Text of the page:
Last edited by TheRejectAmidHair on Tue Apr 21, 2009 10:38 pm; edited 1 time in total
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Caro



Joined: 22 Nov 2008
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Location: Owaka, New Zealand

PostPosted: Tue Apr 21, 2009 10:36 pm    Post subject: Reply with quote

Apparently there is connection between poltergeist activities and teenagers in a home, though I have never understood how the two combine.  That is a very weird thing to have happened, Himadri.  There must be logical explanations, though it is often hard to see what.

Cheers, Caro.


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TheRejectAmidHair



Joined: 19 Nov 2008
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Location: Staines, Middlesex

PostPosted: Tue Apr 21, 2009 10:42 pm    Post subject: Reply with quote

Caro wrote:
Back to memes though, there are lots of scientific ideas which don't have actual evidence at the time of their proposals, but that doesn't necessarily invalidate them.  


I doesn't invalidate them, but it doesn't give us any particular reason to talk about them either. One could make any hypothesis about anything, but if there's no evidence, then what's the point?

Quote:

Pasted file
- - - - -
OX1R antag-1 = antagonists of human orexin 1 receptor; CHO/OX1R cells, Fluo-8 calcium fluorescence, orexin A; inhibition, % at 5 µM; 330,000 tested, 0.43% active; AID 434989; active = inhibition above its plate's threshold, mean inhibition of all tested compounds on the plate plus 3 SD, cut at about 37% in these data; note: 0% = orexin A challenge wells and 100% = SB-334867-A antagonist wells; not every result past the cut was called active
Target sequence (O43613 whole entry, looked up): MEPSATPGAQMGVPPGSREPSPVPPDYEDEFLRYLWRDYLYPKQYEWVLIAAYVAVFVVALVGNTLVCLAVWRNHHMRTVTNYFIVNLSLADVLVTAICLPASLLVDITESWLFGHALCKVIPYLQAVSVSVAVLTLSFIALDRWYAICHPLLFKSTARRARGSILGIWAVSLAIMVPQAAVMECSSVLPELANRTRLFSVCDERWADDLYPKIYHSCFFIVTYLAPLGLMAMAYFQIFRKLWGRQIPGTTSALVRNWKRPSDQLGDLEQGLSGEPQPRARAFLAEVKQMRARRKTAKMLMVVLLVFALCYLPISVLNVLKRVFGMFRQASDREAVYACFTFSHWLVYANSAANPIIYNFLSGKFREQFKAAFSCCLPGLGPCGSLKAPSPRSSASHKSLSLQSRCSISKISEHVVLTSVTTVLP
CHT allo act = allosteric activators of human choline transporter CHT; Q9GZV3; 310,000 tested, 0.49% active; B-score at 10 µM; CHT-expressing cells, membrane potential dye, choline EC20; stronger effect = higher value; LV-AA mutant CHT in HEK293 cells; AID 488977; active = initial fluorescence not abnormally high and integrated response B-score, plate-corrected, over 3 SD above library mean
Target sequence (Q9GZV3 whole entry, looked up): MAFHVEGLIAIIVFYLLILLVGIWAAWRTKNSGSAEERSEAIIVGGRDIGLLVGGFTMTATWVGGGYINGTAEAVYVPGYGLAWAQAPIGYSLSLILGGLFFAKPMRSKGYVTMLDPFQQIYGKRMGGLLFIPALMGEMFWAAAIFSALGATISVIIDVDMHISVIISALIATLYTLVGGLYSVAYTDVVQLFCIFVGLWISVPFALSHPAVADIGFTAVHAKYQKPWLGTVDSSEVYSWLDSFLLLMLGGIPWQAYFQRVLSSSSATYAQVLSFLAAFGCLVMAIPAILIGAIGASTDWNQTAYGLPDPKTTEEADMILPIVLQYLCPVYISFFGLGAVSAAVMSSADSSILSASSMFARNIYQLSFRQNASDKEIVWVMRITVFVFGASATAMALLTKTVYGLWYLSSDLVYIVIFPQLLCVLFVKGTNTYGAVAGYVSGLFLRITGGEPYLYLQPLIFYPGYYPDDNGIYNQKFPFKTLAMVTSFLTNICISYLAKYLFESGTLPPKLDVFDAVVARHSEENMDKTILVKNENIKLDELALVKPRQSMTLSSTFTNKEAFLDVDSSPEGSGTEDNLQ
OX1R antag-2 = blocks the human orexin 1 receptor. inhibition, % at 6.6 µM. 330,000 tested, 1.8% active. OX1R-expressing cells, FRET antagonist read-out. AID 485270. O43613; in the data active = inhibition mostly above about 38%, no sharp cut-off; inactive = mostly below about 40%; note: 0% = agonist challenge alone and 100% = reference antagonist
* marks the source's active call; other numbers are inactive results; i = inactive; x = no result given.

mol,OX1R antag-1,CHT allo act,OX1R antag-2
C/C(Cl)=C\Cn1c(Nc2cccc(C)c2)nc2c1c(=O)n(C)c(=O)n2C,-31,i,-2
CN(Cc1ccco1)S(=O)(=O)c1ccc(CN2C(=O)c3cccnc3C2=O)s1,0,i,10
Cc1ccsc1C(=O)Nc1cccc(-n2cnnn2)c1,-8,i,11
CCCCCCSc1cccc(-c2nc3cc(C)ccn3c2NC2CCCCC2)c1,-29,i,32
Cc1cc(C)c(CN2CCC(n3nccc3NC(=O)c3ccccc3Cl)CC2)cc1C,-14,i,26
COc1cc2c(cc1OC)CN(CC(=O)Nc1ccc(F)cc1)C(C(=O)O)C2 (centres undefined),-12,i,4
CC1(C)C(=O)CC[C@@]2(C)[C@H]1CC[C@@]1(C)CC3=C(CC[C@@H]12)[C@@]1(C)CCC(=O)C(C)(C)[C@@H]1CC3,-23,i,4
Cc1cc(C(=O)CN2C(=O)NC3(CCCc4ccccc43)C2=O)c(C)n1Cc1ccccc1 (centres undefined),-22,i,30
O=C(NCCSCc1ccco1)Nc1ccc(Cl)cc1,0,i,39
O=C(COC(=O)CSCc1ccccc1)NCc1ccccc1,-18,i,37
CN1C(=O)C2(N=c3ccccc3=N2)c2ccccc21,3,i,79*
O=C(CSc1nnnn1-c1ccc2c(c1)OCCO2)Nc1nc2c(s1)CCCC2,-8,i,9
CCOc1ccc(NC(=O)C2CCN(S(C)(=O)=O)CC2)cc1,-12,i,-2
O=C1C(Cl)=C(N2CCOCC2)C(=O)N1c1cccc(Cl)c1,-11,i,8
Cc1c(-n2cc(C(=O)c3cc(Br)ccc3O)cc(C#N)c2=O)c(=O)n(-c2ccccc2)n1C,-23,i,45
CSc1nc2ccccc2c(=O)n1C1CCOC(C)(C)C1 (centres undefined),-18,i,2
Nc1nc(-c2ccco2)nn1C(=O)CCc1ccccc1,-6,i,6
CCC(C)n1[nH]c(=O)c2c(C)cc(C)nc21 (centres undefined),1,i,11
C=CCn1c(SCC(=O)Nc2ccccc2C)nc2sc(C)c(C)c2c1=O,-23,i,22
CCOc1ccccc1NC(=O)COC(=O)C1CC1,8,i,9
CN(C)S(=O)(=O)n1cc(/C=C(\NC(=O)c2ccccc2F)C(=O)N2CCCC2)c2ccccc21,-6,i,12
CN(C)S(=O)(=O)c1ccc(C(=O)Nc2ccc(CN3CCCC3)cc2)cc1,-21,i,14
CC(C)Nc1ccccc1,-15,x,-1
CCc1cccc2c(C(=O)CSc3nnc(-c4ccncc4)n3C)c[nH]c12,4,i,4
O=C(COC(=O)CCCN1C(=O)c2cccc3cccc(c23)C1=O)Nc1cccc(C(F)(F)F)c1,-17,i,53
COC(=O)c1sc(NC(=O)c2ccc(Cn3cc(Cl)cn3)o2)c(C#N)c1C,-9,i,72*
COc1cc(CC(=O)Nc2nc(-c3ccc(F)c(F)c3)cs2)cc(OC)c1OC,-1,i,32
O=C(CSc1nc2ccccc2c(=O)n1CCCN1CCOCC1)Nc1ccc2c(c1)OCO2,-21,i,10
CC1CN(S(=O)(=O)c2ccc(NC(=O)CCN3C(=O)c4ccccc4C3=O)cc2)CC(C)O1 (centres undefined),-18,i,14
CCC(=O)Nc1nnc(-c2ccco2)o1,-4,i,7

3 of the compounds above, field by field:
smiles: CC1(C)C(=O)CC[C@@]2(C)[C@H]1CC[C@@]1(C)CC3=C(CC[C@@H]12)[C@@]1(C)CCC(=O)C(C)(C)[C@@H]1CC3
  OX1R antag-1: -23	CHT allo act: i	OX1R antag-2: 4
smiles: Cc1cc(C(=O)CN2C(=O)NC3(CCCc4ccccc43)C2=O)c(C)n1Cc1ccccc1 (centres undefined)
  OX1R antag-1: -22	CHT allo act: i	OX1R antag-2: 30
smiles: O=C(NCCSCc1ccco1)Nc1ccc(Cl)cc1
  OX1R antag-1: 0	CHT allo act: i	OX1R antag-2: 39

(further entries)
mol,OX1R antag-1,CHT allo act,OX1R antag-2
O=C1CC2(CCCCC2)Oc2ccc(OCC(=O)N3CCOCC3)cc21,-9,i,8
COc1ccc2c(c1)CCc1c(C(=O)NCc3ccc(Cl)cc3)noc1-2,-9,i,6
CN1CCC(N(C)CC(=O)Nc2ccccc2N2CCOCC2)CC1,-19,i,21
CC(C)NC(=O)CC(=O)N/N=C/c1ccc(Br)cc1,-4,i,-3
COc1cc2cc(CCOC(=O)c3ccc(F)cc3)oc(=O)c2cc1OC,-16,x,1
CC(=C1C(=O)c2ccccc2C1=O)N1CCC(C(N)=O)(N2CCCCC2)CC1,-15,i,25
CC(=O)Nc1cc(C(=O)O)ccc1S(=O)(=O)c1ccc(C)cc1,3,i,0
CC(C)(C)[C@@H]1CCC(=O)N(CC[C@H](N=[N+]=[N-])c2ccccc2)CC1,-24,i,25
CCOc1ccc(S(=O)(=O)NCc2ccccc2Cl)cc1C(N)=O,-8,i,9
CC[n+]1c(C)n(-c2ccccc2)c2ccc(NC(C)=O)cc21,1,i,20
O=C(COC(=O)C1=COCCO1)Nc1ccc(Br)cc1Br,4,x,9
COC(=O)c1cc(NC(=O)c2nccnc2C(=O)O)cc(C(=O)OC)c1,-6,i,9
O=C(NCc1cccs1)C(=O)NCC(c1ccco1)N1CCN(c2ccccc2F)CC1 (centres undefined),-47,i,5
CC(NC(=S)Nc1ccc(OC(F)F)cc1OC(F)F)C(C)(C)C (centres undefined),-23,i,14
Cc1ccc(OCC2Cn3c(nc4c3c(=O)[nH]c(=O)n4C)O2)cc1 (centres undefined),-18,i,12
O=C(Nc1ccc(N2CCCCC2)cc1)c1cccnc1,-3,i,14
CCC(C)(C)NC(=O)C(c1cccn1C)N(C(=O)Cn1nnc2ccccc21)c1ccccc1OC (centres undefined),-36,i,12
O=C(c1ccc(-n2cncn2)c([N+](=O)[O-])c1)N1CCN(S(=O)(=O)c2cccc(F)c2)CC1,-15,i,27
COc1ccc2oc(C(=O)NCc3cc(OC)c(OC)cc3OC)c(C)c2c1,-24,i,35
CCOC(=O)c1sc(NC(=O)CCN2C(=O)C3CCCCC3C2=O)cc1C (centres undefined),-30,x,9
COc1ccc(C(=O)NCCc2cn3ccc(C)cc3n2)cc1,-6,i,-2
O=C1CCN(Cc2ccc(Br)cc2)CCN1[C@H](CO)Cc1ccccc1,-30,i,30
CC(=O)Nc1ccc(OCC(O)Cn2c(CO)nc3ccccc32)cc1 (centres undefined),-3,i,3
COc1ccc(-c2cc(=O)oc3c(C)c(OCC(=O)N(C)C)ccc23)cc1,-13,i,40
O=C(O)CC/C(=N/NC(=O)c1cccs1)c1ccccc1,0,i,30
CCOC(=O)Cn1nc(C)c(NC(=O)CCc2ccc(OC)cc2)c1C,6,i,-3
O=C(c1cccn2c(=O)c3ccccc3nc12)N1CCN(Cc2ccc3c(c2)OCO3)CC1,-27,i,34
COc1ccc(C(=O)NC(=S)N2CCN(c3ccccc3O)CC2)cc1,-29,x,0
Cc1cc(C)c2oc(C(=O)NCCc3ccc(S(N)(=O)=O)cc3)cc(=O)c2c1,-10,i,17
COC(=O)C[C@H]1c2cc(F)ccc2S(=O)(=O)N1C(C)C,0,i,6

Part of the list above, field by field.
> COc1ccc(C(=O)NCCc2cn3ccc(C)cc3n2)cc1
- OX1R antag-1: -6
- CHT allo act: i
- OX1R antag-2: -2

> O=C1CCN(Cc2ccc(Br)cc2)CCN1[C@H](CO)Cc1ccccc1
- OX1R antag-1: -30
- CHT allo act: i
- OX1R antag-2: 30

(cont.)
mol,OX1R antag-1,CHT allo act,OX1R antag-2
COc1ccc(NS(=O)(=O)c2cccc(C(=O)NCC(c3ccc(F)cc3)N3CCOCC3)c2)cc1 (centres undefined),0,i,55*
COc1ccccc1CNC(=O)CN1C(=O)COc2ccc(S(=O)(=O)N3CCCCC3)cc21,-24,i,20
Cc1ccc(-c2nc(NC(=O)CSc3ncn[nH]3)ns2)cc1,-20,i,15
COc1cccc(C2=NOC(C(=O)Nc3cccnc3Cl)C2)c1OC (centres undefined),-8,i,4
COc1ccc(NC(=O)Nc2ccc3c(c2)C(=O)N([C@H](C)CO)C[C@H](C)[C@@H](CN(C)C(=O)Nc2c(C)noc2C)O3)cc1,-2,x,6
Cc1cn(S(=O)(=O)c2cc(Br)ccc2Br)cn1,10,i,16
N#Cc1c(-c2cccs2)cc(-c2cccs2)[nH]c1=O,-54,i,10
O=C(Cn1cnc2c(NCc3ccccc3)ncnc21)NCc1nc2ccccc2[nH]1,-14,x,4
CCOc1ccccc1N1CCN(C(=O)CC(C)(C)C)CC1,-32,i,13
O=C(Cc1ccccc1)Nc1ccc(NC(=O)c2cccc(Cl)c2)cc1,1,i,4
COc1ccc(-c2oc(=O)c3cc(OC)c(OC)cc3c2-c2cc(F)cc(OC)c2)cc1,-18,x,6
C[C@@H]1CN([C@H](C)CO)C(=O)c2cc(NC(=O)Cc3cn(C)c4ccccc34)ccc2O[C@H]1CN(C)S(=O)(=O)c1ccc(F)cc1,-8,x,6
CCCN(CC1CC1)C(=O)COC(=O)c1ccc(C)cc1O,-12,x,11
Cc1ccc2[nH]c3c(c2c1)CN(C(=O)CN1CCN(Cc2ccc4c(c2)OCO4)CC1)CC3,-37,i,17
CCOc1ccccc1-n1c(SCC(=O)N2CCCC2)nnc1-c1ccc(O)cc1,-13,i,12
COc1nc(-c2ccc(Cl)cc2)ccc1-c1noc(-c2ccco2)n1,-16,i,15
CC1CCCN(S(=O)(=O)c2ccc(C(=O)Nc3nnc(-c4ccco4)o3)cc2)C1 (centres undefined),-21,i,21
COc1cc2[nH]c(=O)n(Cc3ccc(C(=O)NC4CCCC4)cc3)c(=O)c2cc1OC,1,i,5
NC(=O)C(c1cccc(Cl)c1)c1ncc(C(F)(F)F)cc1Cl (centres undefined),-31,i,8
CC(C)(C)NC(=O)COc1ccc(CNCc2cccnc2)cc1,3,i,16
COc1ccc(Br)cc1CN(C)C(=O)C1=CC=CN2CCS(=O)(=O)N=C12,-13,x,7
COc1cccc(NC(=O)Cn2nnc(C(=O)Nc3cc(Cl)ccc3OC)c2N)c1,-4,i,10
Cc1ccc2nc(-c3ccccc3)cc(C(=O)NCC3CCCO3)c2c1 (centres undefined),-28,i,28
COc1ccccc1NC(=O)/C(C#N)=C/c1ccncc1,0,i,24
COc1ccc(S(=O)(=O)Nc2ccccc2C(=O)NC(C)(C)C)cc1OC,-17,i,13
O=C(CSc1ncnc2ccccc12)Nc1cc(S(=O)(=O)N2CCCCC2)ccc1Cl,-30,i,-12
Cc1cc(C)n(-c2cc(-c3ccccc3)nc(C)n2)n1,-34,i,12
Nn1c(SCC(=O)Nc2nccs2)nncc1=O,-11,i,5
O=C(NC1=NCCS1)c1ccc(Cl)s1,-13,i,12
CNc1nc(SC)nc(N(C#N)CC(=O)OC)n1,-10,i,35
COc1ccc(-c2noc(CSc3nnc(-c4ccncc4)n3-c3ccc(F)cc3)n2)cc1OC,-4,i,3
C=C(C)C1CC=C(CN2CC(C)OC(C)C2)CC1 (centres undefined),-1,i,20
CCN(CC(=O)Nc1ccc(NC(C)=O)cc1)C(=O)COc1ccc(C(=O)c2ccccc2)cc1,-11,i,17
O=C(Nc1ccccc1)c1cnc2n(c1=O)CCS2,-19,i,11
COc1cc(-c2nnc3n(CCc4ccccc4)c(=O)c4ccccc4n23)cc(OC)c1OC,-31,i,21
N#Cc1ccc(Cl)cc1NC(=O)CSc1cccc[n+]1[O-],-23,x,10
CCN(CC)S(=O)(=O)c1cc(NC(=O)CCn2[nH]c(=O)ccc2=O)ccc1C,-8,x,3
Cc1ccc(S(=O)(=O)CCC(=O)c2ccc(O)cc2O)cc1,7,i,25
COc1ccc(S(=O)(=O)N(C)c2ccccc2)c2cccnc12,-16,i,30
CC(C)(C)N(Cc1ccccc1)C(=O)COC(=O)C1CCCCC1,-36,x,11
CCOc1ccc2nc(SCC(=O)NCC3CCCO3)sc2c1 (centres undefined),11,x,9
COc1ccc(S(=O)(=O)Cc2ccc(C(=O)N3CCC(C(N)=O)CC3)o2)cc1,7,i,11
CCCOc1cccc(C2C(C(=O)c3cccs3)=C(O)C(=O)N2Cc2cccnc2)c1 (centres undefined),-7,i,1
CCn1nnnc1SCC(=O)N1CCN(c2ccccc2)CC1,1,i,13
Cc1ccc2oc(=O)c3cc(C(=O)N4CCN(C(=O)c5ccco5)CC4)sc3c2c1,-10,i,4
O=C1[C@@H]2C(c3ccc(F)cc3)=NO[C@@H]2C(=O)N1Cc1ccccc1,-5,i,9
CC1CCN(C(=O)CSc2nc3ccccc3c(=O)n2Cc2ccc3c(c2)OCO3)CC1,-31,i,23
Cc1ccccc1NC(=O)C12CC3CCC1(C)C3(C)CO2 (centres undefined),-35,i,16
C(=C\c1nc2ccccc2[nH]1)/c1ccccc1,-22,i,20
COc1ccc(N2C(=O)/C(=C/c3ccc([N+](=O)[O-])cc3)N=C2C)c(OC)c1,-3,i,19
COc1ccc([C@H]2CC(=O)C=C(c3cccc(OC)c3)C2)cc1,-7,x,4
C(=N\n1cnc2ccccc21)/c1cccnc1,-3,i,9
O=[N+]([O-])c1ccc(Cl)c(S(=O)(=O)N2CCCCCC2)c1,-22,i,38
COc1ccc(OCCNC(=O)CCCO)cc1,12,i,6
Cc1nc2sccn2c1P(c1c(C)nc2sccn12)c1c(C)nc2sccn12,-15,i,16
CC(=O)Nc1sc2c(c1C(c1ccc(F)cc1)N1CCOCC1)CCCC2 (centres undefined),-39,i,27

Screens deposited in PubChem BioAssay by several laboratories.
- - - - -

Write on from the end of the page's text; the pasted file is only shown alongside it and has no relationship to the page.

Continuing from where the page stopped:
And does calculus actually exist? Isn't it just made up?  It shouldn't exist anyway, as far as my 6th form maths was concerned.


Very Happy Oh, that's good! I don't have to explain the ideas to the children then!


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Simon The Sponge



Joined: 13 Dec 2008
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Location: Gillingham, Kent

PostPosted: Tue Apr 21, 2009 11:03 pm    Post subject: Reply with quote

Quote:
but if this wasn't the spirits of the dead trying to contact us, then I'm Uri Geller.


Probably why the spoon was making a bid for freedom then Wink

Caro,  I've also read Jane Hawking's Music to move the stars, if that's the book you're referring to.  It was a few years ago that I read it, but I found it a very honest book.  From what I remember she came across as being a very caring and warm person and despite the circumstances of their divorce it struck me that she was resolved not to be too bitter